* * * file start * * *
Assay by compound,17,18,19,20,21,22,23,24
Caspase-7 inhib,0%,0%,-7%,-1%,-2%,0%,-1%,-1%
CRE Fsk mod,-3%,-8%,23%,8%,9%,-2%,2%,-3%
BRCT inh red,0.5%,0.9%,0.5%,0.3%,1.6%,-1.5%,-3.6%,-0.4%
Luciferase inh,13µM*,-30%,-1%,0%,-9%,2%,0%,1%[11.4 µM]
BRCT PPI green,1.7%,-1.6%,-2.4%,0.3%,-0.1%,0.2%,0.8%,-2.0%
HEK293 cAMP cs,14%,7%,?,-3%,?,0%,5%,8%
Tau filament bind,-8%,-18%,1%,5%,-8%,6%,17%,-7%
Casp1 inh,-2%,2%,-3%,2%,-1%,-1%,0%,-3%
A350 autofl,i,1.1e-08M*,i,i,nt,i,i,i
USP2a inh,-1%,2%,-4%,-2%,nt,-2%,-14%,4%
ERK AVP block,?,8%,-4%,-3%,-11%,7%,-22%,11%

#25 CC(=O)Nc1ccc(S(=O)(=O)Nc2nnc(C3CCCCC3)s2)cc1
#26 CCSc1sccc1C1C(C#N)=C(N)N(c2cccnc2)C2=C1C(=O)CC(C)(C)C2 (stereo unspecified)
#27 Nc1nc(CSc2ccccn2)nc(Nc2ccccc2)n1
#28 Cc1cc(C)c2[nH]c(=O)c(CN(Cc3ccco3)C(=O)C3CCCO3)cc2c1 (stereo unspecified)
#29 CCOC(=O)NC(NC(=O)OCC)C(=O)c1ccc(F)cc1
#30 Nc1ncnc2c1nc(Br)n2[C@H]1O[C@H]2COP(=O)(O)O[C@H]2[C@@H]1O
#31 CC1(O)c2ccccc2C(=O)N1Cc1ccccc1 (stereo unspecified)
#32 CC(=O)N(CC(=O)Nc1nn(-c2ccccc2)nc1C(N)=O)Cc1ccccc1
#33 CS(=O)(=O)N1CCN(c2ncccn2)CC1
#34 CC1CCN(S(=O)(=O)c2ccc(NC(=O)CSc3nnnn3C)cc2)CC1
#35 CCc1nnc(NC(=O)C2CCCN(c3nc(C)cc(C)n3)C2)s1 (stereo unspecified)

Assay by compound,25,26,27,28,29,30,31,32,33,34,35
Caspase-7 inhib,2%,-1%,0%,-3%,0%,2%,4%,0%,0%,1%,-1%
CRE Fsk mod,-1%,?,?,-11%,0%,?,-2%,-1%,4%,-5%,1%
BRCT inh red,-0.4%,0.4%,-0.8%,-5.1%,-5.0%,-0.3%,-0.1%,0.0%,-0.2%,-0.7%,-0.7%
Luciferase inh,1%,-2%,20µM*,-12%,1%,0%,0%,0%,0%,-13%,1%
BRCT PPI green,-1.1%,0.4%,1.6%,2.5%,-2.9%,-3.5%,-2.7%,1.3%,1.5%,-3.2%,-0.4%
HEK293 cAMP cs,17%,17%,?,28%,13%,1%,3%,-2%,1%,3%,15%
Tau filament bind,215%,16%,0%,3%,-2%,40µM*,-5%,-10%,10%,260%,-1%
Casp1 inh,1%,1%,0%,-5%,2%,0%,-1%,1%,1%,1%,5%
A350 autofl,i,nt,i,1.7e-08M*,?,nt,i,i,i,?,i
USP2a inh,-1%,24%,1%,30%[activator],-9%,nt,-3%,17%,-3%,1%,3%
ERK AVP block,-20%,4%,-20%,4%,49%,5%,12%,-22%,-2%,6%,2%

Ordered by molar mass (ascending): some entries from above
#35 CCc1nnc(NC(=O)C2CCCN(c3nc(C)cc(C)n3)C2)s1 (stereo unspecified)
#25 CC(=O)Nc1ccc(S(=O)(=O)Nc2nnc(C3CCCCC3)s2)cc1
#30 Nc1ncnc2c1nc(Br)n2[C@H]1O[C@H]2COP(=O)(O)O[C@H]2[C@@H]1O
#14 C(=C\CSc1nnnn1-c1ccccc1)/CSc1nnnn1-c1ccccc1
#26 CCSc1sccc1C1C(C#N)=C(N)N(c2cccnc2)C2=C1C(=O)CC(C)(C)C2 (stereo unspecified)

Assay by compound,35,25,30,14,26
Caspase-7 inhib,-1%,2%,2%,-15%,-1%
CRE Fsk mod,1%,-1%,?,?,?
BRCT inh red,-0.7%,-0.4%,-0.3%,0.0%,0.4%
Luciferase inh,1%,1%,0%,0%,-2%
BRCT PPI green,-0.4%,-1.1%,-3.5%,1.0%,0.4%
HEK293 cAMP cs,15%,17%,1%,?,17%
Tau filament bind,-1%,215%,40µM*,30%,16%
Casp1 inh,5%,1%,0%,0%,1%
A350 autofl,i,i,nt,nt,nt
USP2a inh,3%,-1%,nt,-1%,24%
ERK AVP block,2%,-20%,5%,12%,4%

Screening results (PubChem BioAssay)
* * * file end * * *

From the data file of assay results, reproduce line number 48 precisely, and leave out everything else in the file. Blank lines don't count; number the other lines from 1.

HEK293 cAMP cs,15%,17%,1%,?,17%